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Rationality: why social context matters

Max-Planck-Institut für Bildungsforschung

Abstract Rationality is commonly identified with axioms and rules, such as consistency, which are defined without reference to context, but are imposed in all contexts. In this chapter, I focus on the social context of rational behavior. My thesis is that traditional axioms and rules are incomplete as behavioral norms in the sense that their normative validity depends on the social context of the behavior, such as social objectives, values, and motivations. In the first part, I illustrate this thesis by showing that social context can determine whether an axiom or rule is satisfied or not. In the second part, I describe an alternative to context-independent rationality: a domain-specific theory of rational behavior derived from the evolutionary theory of cooperation.

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The Adaptive Toolbox:
Toward a Darwinian
Rationality
Gerd Gigerenzer

   A cartoon shows an early Homo sapiens standing in front of a cave. He is calculating the trajectory of a lion's jump and the magnitude of the impulse the Iion will have in order to decide what to do. The Iast picture shows a sated, happy Iion. The cartoon makes us smile because its message conflicts with our ideai of rational decision making, which demands that we go through ali the available information, deduce ali the possible consequences, and compute the optimal decision. Good decision making, from this point of view, is based on the ideals of omniscience and optimization. An organism aiming for these heavenly ideals, however, might not survi\·e on earth. Nevertheless, the majority of models of rational decision making in the socia!, behavioral, and cognitive sciences, as well as in economics, rely on some version of this doctrine. Even when empirica! studies show that actual human beings cannot live up to it, the doctrine is not abandoned as other models would be-it is retained and declared a norm, that is, how we http://pubman.mpdl.mpg.de/pubman/item/escidoc:2102371/component/escidoc:2102370/GG_Adaptive_2001.pdf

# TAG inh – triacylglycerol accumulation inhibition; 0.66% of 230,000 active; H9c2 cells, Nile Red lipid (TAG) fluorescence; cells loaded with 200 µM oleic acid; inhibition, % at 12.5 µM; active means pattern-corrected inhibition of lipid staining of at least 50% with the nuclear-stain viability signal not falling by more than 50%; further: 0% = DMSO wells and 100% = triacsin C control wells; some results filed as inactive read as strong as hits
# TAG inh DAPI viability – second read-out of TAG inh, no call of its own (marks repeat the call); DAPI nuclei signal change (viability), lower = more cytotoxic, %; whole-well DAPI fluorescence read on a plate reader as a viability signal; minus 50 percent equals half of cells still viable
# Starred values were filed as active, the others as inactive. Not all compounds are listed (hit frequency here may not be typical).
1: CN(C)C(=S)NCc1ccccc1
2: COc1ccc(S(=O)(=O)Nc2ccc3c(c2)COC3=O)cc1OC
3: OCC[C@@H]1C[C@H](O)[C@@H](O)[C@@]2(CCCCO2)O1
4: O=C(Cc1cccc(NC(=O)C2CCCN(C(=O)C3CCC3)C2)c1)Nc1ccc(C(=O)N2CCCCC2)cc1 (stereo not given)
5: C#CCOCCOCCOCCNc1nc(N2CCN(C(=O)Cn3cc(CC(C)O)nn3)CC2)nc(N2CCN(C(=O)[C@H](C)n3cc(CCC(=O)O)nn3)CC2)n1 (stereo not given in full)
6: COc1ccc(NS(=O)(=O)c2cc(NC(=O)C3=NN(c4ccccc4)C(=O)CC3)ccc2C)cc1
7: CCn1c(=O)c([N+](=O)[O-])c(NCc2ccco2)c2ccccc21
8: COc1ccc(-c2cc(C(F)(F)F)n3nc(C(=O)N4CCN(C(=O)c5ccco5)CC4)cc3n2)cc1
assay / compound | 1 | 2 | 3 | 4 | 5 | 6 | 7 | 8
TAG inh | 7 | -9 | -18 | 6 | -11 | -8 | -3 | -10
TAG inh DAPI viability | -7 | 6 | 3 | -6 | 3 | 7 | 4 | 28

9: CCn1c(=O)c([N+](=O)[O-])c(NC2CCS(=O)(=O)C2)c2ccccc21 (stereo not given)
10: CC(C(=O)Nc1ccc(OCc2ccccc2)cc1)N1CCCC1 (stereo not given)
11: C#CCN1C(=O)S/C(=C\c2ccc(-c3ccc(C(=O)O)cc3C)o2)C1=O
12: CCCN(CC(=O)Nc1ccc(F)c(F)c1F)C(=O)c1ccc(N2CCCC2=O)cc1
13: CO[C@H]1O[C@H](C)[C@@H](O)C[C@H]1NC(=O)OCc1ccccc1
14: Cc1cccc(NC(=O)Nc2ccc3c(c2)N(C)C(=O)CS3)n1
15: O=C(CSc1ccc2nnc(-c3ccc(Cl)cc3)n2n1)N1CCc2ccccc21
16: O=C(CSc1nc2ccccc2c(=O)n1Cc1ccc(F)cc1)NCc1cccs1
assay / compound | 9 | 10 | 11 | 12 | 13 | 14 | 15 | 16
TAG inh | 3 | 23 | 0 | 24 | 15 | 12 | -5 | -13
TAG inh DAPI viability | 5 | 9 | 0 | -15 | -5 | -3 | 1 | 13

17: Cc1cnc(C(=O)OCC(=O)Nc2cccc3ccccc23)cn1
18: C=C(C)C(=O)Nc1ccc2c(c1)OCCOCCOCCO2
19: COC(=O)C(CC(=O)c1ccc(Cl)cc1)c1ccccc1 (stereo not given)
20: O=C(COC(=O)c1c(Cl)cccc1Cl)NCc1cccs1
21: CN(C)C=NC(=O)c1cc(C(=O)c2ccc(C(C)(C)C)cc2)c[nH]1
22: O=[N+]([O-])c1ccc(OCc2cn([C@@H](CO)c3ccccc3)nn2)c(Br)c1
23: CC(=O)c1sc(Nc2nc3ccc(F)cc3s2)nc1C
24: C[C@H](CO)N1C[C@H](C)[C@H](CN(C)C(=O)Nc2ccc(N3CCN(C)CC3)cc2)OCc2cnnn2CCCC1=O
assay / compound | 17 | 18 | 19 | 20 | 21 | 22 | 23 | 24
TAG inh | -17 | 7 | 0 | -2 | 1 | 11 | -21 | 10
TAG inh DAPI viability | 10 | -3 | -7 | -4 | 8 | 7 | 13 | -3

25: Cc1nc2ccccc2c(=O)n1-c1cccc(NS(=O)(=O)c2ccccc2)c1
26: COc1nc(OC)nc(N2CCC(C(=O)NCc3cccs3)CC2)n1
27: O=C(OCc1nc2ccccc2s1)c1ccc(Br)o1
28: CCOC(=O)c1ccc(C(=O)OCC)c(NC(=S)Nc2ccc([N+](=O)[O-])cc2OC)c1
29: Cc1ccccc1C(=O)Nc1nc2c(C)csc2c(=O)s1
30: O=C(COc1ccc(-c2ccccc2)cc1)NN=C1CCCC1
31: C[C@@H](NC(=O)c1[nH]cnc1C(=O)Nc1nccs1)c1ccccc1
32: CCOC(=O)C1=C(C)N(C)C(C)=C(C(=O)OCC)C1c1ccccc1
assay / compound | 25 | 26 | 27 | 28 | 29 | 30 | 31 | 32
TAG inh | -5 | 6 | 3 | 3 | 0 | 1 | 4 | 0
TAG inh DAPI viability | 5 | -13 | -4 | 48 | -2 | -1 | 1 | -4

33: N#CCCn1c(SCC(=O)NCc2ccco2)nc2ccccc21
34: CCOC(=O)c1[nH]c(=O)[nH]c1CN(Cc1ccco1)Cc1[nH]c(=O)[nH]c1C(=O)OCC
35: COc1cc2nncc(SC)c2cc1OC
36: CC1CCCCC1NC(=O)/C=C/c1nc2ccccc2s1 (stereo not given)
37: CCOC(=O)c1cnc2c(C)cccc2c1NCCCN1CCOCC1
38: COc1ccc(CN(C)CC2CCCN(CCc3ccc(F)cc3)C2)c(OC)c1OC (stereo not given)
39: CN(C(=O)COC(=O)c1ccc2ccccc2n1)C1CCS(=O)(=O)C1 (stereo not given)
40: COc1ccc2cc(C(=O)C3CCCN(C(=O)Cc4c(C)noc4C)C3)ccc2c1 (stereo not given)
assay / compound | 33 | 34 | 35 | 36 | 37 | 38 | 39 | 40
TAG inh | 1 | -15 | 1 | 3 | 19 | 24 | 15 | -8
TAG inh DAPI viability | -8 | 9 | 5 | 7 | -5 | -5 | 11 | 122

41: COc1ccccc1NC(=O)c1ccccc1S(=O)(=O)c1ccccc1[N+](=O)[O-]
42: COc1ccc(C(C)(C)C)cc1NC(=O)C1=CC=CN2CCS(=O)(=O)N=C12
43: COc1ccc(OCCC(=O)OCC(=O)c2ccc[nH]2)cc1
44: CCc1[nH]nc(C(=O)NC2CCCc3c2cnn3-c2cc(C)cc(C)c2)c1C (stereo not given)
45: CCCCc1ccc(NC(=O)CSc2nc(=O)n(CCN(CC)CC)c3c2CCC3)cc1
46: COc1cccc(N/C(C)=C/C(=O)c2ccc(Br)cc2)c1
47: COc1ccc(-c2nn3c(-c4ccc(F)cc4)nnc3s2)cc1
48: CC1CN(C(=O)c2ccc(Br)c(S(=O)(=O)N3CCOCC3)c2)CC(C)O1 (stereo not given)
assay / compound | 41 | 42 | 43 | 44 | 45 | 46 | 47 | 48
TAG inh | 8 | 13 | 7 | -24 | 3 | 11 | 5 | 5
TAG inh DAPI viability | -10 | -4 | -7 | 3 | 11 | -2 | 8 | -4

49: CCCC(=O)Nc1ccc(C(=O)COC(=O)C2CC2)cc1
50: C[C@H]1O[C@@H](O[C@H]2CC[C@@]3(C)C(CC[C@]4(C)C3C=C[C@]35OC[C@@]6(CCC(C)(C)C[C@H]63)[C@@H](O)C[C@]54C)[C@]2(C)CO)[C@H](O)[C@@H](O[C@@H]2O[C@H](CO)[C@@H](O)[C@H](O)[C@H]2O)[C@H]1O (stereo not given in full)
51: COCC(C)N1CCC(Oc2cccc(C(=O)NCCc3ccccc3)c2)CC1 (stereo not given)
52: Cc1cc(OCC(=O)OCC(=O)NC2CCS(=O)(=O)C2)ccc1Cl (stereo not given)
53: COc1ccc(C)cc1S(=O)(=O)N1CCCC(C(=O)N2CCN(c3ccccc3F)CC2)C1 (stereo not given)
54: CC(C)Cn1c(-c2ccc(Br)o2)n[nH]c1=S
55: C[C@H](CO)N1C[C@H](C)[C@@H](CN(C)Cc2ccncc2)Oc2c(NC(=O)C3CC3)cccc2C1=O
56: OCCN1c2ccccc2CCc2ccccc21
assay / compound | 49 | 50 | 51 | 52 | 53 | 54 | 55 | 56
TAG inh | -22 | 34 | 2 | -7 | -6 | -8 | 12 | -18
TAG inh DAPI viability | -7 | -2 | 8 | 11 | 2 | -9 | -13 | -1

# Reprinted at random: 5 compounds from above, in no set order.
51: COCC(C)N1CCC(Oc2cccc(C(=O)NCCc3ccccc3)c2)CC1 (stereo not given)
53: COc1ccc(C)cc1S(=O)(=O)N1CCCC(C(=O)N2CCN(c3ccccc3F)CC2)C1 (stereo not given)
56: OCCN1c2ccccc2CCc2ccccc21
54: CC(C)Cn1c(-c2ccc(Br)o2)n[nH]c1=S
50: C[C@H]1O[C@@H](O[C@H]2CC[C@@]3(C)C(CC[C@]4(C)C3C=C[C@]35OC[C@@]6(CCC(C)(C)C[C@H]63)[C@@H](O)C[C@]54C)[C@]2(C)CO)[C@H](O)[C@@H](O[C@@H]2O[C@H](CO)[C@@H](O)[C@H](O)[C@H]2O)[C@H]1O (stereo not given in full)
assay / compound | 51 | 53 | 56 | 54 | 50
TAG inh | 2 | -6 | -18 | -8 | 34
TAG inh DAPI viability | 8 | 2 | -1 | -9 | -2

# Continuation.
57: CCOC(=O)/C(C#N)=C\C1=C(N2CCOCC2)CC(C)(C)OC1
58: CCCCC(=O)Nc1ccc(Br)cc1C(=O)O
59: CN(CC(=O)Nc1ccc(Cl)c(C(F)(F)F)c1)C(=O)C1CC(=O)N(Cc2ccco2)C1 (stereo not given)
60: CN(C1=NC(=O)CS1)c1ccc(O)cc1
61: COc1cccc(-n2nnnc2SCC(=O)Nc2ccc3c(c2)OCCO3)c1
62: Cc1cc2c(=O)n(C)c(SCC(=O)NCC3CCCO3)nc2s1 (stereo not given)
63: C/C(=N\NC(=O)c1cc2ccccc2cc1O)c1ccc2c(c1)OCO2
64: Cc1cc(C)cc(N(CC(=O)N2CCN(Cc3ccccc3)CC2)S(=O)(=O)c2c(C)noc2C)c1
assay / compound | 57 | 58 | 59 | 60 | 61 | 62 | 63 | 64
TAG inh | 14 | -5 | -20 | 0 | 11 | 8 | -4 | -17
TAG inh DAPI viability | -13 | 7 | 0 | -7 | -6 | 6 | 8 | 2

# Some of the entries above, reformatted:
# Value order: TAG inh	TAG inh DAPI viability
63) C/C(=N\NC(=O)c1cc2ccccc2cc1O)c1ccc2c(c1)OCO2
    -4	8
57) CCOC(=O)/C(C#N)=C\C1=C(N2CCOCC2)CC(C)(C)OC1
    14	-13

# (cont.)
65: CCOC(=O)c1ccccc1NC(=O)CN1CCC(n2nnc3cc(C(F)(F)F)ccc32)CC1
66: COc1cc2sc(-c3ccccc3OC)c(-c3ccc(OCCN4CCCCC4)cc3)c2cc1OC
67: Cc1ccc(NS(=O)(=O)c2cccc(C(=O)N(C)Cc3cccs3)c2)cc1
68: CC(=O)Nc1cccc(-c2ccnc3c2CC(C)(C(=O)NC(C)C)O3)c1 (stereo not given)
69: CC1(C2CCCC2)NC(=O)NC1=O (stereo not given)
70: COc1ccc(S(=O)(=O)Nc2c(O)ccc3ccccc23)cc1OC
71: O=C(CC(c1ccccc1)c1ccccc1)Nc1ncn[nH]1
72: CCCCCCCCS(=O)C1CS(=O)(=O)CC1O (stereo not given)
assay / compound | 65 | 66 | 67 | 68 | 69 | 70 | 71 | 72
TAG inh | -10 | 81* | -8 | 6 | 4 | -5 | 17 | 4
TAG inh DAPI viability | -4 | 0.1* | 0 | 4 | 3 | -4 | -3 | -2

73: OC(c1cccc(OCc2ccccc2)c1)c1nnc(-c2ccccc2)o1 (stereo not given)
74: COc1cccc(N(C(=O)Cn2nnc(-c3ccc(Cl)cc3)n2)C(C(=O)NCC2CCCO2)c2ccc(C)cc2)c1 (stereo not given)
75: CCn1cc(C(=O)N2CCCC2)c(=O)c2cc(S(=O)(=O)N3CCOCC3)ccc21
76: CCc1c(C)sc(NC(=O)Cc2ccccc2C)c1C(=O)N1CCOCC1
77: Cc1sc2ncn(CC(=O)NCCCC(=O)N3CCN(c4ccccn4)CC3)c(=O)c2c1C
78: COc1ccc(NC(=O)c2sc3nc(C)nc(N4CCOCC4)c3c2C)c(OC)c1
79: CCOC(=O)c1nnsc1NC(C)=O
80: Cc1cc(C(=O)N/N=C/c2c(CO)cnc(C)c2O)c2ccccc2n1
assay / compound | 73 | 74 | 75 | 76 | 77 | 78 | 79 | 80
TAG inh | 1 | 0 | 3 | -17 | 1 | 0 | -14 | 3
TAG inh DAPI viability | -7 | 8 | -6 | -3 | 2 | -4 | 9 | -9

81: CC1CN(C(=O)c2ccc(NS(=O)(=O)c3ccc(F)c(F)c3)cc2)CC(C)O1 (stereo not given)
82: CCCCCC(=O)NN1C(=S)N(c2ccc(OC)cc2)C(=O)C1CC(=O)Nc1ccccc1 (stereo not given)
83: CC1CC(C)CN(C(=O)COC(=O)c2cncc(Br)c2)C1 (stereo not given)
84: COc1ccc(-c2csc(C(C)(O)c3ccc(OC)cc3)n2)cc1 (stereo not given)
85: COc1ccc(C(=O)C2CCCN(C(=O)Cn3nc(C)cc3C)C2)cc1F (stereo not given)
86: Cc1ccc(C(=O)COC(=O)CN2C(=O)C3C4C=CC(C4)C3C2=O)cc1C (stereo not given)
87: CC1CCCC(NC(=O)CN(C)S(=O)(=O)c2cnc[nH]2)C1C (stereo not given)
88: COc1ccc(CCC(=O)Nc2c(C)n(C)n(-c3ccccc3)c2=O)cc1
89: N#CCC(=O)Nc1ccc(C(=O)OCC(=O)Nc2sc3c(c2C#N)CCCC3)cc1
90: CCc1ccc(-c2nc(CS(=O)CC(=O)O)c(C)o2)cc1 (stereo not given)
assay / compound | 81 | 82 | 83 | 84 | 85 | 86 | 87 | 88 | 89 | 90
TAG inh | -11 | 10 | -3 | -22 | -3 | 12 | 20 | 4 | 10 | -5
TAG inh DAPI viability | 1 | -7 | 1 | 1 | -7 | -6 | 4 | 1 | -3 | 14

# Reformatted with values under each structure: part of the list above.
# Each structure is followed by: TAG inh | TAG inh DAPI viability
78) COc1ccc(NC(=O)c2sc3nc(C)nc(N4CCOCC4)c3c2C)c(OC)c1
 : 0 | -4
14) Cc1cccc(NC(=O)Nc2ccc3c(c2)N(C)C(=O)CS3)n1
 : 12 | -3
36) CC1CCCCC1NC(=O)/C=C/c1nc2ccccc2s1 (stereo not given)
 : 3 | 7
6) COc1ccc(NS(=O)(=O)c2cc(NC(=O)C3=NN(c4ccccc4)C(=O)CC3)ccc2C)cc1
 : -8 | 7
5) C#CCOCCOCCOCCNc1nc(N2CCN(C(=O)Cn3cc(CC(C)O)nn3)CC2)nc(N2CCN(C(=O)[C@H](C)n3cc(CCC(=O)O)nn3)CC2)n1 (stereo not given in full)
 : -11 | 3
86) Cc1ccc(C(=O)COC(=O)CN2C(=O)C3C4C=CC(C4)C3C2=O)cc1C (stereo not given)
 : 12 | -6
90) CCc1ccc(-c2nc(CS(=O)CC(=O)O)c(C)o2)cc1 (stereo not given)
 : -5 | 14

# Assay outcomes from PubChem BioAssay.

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Le insidie della complessità e l’ansia